The epics of Hesiod, with an Engl. comm. by F.A. Paley

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1861
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Page 44 - Love thyself last: cherish those hearts that hate thee; Corruption wins not more than honesty. Still in thy right hand carry gentle peace, To silence envious tongues. Be just, and fear not. Let all the ends thou aim'st at be thy country's, Thy God's, and truth's; then if thou fall'st, O Cromwell, Thou fall'st a blessed martyr!
Page 123 - Or ascend the stream of time still further to find, some centuries earlier, the most perfect picture of the whole of human life that was ever given in two poems, each of them short enough to be read through in a summer day. Think in particular of one passage of 130 lines, the description of the Shield of Achilles in the eighteenth book of the Iliad, where many scenes of peace and war, of labour and rejoicing, are presented with incomparable vigour and fidelity.
Page 38 - Saepe ego, inquit, audivi, milites, eum primum esse virum, qui ipse consulat, quid in rem sit ; secundum eum , qui bene monenti obediat : qui nee ipse consulere, nec alteri parere sciat, eum extremi ingenii esse.
Page 32 - ... terris 40 presserat externa navita merce ratem. illo non validus subiit iuga tempore taurus, non domito frenos ore momordit equus, non domus ulla fores habuit, non fixus in agris qui regeret certis finibus arva lapis. 45 ipsae mella dabant quercus, ultroque ferebant obvia securis ubera lactis oves...
Page 190 - ... bas-reliefs. May this not have reference to the family of Europa contending with the wild animals of this country ? The lion is seen everywhere throughout the valley of the Xanthus ; every bas-relief, tomb, seat or coin, shows the figure or limbs of this animal. Lions still live in its mountains, the goat is found at the top, while the serpent infests the base of the Cragus, illustrating the imaginary monster of its early fables*.
Page 26 - Nona aetas agitur pejoraque secula ferri Temporibus, quorum sceleri non invenit ipsa Nomen, et a nullo posuit natura metallo.
Page 97 - Nunc torrete igni fruges, nunc frangite saxo. Quippe etiam festis quaedam exercere diebus Fas et jura sinunt : rivos deducere nulla Religio vetuit, segeti praetendere sepem, 270 Insidias avibus moliri, incendere vepres, Balantumque gregem fluvio mersare salubri.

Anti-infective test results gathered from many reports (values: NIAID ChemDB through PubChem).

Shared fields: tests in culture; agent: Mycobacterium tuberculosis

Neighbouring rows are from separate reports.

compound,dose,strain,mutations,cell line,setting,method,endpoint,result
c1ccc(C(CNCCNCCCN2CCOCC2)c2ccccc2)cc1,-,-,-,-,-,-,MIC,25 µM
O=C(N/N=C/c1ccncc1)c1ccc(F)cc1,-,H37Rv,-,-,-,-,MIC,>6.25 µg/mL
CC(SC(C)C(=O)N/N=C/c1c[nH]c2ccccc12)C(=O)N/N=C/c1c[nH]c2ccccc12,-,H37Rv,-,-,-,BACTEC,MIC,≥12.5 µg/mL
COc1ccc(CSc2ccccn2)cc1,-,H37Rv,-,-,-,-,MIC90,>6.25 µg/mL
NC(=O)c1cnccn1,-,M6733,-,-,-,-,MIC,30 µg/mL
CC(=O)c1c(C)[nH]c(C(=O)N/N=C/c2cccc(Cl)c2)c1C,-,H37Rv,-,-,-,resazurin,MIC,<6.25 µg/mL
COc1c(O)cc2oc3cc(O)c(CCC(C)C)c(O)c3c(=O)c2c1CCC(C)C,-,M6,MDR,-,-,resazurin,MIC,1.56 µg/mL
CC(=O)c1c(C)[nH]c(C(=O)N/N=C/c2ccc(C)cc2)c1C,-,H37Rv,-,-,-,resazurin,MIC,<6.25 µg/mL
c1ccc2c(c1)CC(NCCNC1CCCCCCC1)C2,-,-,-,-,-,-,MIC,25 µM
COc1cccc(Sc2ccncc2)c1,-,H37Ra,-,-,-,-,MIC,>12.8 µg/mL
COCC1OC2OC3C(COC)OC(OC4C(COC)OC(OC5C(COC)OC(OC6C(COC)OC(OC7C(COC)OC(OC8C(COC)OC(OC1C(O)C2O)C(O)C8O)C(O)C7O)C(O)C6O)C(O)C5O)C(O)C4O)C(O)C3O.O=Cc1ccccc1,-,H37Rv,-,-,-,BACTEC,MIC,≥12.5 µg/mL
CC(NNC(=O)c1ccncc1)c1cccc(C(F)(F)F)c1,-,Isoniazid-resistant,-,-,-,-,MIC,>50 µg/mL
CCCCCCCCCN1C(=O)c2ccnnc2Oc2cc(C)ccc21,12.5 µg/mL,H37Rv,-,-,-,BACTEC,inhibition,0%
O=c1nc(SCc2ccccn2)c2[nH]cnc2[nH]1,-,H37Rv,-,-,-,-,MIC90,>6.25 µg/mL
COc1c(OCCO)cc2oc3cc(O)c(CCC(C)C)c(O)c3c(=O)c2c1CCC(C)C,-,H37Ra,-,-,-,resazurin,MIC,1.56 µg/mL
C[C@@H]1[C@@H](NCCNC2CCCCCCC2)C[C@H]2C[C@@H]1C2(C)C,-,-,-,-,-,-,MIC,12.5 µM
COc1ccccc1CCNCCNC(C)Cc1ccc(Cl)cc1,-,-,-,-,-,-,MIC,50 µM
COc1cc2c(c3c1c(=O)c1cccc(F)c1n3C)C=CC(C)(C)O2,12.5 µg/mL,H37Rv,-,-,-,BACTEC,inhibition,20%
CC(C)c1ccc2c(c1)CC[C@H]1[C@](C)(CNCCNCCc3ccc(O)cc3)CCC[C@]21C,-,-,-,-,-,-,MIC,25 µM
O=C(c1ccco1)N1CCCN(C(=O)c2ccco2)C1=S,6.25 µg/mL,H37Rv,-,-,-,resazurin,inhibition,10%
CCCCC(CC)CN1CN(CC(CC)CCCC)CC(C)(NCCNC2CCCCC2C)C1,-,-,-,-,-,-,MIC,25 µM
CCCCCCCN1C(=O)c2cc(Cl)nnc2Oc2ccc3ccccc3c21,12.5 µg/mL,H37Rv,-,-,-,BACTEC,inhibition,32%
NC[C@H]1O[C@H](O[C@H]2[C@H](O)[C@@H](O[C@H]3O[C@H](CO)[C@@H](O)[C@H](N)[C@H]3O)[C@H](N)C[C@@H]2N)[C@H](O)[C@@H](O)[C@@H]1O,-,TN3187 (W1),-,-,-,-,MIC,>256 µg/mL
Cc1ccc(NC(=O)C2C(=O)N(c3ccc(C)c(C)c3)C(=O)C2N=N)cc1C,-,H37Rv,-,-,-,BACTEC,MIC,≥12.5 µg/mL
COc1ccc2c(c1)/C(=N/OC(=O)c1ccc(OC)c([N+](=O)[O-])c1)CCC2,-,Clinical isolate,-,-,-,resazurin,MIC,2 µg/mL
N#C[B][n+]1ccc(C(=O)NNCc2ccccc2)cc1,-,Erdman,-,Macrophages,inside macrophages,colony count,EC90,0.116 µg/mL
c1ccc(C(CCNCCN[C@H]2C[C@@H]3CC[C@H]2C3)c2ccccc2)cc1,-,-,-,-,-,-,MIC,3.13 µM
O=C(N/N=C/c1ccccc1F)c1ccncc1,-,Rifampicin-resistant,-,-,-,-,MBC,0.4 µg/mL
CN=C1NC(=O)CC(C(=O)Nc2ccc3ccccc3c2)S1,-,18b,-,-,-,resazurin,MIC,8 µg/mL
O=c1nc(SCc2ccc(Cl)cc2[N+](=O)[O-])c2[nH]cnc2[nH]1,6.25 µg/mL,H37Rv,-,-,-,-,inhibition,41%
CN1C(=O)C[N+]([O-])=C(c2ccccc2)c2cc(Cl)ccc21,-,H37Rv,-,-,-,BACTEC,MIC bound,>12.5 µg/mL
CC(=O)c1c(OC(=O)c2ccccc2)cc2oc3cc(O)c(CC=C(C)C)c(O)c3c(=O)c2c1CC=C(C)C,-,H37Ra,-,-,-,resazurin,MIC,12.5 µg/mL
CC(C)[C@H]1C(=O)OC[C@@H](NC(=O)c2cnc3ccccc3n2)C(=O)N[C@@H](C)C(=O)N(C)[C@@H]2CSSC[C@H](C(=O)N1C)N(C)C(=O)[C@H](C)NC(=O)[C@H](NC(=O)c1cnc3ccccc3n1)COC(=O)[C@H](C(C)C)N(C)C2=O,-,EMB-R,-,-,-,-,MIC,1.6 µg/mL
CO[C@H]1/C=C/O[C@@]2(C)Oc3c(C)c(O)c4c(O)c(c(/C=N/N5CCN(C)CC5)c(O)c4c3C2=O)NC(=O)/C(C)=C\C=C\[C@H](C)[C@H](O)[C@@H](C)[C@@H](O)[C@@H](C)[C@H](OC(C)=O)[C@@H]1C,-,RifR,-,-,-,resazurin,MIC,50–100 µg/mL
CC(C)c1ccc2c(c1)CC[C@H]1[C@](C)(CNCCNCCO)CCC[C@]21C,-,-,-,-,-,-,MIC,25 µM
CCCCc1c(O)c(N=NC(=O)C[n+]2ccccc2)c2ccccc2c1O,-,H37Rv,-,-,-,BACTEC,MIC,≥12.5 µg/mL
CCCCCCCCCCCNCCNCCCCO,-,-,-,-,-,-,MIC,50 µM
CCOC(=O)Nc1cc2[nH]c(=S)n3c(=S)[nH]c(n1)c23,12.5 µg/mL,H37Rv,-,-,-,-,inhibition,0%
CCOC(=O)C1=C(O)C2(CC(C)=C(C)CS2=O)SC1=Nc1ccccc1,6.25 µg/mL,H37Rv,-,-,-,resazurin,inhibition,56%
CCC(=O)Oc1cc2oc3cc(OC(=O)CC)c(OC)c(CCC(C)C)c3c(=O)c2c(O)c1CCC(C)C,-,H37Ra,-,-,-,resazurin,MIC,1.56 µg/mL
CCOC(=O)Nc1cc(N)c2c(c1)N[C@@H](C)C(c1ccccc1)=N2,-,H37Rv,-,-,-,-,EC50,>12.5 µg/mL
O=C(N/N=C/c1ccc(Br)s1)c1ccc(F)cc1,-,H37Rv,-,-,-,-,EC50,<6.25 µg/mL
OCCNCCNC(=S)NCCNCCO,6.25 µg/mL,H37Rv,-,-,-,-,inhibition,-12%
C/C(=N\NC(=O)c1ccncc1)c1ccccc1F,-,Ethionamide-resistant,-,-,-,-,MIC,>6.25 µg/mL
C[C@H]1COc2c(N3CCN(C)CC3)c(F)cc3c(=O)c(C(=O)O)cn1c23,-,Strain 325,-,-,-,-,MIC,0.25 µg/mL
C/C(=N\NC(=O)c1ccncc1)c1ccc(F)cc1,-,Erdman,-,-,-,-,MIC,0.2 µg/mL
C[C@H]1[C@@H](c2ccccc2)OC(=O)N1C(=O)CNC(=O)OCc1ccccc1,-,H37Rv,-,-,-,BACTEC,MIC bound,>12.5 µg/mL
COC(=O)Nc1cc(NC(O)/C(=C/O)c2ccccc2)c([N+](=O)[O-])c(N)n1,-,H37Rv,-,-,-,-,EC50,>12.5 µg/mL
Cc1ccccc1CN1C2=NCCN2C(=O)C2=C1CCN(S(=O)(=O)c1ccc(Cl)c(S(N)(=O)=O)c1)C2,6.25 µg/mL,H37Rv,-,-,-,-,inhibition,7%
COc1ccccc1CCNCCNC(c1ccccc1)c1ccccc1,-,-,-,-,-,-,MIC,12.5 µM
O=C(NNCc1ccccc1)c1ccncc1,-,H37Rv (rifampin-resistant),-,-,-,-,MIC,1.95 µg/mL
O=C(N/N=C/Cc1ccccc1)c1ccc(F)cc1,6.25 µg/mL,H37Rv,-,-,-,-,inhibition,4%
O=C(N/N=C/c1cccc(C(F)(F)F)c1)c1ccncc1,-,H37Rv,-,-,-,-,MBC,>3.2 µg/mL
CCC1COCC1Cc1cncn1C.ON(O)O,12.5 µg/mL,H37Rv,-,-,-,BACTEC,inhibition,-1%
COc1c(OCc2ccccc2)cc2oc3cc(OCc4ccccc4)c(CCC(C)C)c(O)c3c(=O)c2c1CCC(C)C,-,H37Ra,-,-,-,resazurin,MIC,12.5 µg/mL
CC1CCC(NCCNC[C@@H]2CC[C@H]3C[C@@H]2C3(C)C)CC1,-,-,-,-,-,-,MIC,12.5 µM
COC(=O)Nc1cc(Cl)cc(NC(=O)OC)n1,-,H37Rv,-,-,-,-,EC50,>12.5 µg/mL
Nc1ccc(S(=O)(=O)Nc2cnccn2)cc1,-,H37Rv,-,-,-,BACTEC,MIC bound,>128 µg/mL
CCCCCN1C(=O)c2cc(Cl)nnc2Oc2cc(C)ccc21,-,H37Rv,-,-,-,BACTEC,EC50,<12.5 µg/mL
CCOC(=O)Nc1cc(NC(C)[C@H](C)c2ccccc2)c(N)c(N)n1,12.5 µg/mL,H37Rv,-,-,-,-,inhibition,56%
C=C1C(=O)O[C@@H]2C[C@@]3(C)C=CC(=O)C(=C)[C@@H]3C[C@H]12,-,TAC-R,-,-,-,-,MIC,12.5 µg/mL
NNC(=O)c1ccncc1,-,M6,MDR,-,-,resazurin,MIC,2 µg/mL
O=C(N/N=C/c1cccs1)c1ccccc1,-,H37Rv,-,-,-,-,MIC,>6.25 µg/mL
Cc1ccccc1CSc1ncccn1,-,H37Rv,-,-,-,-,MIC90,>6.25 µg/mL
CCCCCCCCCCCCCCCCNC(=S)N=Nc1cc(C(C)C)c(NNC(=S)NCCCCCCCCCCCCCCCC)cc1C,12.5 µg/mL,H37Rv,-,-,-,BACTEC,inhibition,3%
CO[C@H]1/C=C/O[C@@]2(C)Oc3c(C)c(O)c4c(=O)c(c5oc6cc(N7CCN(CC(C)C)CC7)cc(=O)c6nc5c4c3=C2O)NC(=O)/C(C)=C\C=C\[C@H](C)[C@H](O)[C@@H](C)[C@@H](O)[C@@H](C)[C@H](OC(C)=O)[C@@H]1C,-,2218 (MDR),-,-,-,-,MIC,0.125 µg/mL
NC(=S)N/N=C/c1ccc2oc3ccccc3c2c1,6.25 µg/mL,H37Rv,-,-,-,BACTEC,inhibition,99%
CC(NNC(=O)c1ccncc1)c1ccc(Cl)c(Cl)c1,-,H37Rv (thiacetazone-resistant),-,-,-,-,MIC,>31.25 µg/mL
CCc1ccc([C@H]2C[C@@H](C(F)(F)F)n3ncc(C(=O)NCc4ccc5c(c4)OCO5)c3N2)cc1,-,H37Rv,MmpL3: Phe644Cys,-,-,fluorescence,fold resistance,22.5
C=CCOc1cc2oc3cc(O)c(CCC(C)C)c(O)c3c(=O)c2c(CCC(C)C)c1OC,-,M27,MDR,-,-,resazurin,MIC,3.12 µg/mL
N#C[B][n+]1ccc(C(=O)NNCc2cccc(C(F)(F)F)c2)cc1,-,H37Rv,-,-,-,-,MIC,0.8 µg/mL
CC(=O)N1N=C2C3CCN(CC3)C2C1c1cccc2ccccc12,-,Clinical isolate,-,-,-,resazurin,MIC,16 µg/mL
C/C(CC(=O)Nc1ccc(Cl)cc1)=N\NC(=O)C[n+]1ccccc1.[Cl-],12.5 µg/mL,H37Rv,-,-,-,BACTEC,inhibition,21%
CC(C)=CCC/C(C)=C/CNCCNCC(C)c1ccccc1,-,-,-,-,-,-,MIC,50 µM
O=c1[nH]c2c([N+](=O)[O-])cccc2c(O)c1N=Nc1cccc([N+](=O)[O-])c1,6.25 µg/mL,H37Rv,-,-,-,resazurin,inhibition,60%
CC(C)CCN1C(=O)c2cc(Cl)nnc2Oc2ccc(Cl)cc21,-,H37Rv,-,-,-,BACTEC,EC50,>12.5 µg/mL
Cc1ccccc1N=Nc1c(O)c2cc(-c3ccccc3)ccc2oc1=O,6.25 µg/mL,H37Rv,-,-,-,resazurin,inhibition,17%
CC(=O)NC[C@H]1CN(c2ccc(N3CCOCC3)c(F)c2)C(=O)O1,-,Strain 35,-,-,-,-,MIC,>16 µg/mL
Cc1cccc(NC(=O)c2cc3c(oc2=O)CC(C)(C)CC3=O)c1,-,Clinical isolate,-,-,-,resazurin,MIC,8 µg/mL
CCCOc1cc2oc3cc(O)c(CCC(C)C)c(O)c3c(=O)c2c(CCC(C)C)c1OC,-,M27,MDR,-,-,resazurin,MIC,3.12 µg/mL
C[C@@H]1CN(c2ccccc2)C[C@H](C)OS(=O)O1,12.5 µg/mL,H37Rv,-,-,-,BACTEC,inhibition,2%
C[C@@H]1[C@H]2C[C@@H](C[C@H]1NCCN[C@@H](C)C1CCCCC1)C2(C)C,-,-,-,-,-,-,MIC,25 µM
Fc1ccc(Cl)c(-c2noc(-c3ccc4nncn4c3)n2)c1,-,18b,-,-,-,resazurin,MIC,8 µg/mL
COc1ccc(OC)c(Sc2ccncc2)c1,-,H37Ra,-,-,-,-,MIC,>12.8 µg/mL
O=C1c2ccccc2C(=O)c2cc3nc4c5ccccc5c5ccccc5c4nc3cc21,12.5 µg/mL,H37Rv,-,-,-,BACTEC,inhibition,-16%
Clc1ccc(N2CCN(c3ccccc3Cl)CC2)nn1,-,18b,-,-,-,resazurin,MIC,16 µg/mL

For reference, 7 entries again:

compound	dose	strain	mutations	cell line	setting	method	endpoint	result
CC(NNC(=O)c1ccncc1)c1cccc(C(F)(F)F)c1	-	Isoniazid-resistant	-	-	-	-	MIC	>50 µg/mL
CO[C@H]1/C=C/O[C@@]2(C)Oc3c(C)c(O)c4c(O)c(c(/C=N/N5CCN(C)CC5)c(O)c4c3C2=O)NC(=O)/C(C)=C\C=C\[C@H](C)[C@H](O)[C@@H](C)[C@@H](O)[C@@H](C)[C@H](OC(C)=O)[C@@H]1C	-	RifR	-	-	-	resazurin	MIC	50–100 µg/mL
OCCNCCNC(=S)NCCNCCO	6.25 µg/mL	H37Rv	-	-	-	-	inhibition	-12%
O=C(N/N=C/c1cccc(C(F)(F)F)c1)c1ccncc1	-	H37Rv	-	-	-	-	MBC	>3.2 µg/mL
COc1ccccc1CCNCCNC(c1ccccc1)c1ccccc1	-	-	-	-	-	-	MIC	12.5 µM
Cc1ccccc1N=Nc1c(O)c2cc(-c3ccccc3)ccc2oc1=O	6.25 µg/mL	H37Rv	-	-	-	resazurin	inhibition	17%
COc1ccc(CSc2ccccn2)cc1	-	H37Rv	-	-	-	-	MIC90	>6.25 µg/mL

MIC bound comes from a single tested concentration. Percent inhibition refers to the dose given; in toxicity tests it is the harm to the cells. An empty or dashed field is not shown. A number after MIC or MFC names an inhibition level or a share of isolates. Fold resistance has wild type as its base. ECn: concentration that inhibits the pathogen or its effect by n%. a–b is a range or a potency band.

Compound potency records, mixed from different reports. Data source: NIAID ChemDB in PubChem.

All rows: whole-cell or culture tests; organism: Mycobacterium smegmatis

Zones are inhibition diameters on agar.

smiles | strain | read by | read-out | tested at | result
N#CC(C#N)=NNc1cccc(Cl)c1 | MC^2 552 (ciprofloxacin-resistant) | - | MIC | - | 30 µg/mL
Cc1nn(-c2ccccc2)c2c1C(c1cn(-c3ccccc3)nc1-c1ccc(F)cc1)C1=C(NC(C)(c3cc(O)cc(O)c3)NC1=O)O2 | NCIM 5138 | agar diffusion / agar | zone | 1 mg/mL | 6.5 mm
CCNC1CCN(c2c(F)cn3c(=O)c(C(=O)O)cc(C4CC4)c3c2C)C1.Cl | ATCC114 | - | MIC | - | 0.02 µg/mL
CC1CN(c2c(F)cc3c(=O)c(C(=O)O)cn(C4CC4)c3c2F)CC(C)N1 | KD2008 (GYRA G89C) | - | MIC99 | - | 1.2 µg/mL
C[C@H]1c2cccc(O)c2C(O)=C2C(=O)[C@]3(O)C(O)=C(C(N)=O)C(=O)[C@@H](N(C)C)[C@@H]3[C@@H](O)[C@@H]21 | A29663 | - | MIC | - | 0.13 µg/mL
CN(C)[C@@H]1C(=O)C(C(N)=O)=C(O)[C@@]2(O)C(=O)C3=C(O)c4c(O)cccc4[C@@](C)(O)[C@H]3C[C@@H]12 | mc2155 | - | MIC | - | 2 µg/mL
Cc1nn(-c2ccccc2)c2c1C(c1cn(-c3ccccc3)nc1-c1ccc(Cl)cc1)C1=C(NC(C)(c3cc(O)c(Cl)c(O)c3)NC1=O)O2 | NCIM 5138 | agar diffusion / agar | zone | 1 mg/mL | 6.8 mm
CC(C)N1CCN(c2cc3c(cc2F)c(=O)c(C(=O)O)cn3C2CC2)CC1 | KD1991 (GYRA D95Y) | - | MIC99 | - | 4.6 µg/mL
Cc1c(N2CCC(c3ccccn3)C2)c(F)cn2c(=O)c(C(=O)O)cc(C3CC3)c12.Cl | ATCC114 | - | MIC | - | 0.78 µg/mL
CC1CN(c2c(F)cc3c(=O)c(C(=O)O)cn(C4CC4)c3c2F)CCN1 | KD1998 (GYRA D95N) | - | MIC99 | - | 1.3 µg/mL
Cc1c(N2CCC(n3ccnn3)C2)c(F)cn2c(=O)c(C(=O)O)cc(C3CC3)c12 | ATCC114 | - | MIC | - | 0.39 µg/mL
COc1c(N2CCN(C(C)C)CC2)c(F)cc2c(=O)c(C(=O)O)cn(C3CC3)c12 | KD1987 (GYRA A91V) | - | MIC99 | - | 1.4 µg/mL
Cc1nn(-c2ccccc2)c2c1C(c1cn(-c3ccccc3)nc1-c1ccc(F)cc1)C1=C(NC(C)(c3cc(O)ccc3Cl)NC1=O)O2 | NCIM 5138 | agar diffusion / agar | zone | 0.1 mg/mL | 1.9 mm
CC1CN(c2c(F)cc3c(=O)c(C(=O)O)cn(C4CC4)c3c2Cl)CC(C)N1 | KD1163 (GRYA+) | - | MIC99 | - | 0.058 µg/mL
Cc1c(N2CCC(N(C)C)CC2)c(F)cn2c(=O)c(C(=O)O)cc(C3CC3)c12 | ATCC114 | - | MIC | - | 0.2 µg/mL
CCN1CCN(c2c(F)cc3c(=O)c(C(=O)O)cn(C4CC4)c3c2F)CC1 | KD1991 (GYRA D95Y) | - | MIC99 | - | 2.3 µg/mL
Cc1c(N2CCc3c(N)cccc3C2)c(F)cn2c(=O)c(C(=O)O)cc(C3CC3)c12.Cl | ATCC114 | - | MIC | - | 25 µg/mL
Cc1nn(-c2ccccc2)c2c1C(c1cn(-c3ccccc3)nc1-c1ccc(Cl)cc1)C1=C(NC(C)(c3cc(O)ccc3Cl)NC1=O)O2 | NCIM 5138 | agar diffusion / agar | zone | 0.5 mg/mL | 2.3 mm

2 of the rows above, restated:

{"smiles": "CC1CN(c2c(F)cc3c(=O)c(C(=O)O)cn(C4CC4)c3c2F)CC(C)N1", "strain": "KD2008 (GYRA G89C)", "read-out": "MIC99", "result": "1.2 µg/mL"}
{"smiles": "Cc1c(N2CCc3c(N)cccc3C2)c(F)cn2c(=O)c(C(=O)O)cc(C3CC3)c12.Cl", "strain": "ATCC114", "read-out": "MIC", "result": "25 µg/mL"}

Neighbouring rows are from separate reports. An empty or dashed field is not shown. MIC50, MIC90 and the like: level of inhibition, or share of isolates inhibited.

Page xv - ... says will never cease from toil and wretchedness, albeit some good shall be mingled with their ills. These are men such as history tells of, and their perversities, which are somany, there is no need to recount, for we know the men of this age not by hearsay only. The theogony of Hesiod, says Paley, "might seem to contain traces of what appear to be primitive and nearly universal traditions of the human family ; obscure reminiscences relating to the creation of the world, to ancient races which...
Page vi - essentially personal or subjective. ... In the Works not only is the author never out of sight, but it is the author, at least as muchas the subject, which imparts interest to the whole. Instead of an inspired being transported beyond self into the regions of heroism and glory, a gifted rustic impelled by his private feelings and necessities, dresses up his own affairs and opinions in that poetical garb which the taste of his age and country enjoined as the best passport to notice and popularity...
Page 172 - FA Paley aids the imagination of his readers as follows : " We might familiarly illustrate the Hesiodic notion of the flat circular earth and the convex overarching sky by a circular plate with a hemispherical dish-cover of metal placed over it and concealing it. Above the cover (which is supposed to rotate on an axis, 11-0X09) live the gods. Round the inner concavity is the path of the sun, giving light to the earth below.

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